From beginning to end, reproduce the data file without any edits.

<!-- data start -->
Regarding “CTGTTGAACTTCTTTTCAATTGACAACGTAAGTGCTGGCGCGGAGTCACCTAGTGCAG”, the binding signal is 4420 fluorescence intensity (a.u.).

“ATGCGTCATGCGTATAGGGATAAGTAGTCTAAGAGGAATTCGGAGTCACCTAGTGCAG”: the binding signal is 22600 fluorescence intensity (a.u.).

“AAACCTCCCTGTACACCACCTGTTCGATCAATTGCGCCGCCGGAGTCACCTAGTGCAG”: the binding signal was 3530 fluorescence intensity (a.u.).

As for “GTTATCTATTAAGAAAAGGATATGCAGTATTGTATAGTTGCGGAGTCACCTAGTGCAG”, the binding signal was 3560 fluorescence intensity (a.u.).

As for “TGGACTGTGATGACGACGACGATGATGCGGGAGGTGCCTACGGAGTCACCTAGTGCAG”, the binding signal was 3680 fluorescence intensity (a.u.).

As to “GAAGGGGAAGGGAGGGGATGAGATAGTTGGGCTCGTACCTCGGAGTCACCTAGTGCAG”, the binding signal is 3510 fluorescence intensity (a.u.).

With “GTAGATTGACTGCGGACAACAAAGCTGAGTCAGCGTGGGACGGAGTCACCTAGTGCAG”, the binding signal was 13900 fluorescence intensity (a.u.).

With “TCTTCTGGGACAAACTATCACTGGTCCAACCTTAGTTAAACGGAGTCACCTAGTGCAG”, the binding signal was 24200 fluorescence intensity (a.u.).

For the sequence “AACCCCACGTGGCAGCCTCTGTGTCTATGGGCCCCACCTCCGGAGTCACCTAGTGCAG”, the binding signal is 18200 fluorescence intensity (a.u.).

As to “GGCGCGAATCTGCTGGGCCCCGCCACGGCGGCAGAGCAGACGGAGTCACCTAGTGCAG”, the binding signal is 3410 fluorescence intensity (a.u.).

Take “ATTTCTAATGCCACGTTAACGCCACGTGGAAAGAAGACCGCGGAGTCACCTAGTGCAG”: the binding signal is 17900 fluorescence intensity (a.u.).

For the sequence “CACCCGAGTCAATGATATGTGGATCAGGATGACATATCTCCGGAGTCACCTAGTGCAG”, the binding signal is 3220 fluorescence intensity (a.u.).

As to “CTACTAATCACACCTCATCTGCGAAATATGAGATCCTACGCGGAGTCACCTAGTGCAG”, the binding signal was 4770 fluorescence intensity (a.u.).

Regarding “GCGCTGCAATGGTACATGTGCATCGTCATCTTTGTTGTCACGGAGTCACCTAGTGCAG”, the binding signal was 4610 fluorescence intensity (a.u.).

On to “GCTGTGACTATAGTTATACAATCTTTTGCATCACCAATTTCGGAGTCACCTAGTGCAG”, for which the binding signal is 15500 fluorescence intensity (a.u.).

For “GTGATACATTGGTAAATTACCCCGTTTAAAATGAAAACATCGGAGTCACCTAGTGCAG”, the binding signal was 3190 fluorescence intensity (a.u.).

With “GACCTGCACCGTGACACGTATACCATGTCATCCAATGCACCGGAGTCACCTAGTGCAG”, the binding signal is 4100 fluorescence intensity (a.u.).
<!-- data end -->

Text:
Regarding “CTGTTGAACTTCTTTTCAATTGACAACGTAAGTGCTGGCGCGGAGTCACCTAGTGCAG”, the binding signal is 4420 fluorescence intensity (a.u.).

“ATGCGTCATGCGTATAGGGATAAGTAGTCTAAGAGGAATTCGGAGTCACCTAGTGCAG”: the binding signal is 22600 fluorescence intensity (a.u.).

“AAACCTCCCTGTACACCACCTGTTCGATCAATTGCGCCGCCGGAGTCACCTAGTGCAG”: the binding signal was 3530 fluorescence intensity (a.u.).

As for “GTTATCTATTAAGAAAAGGATATGCAGTATTGTATAGTTGCGGAGTCACCTAGTGCAG”, the binding signal was 3560 fluorescence intensity (a.u.).

As for “TGGACTGTGATGACGACGACGATGATGCGGGAGGTGCCTACGGAGTCACCTAGTGCAG”, the binding signal was 3680 fluorescence intensity (a.u.).

As to “GAAGGGGAAGGGAGGGGATGAGATAGTTGGGCTCGTACCTCGGAGTCACCTAGTGCAG”, the binding signal is 3510 fluorescence intensity (a.u.).

With “GTAGATTGACTGCGGACAACAAAGCTGAGTCAGCGTGGGACGGAGTCACCTAGTGCAG”, the binding signal was 13900 fluorescence intensity (a.u.).

With “TCTTCTGGGACAAACTATCACTGGTCCAACCTTAGTTAAACGGAGTCACCTAGTGCAG”, the binding signal was 24200 fluorescence intensity (a.u.).

For the sequence “AACCCCACGTGGCAGCCTCTGTGTCTATGGGCCCCACCTCCGGAGTCACCTAGTGCAG”, the binding signal is 18200 fluorescence intensity (a.u.).

As to “GGCGCGAATCTGCTGGGCCCCGCCACGGCGGCAGAGCAGACGGAGTCACCTAGTGCAG”, the binding signal is 3410 fluorescence intensity (a.u.).

Take “ATTTCTAATGCCACGTTAACGCCACGTGGAAAGAAGACCGCGGAGTCACCTAGTGCAG”: the binding signal is 17900 fluorescence intensity (a.u.).

For the sequence “CACCCGAGTCAATGATATGTGGATCAGGATGACATATCTCCGGAGTCACCTAGTGCAG”, the binding signal is 3220 fluorescence intensity (a.u.).

As to “CTACTAATCACACCTCATCTGCGAAATATGAGATCCTACGCGGAGTCACCTAGTGCAG”, the binding signal was 4770 fluorescence intensity (a.u.).

Regarding “GCGCTGCAATGGTACATGTGCATCGTCATCTTTGTTGTCACGGAGTCACCTAGTGCAG”, the binding signal was 4610 fluorescence intensity (a.u.).

On to “GCTGTGACTATAGTTATACAATCTTTTGCATCACCAATTTCGGAGTCACCTAGTGCAG”, for which the binding signal is 15500 fluorescence intensity (a.u.).

For “GTGATACATTGGTAAATTACCCCGTTTAAAATGAAAACATCGGAGTCACCTAGTGCAG”, the binding signal was 3190 fluorescence intensity (a.u.).

With “GACCTGCACCGTGACACGTATACCATGTCATCCAATGCACCGGAGTCACCTAGTGCAG”, the binding signal is 4100 fluorescence intensity (a.u.).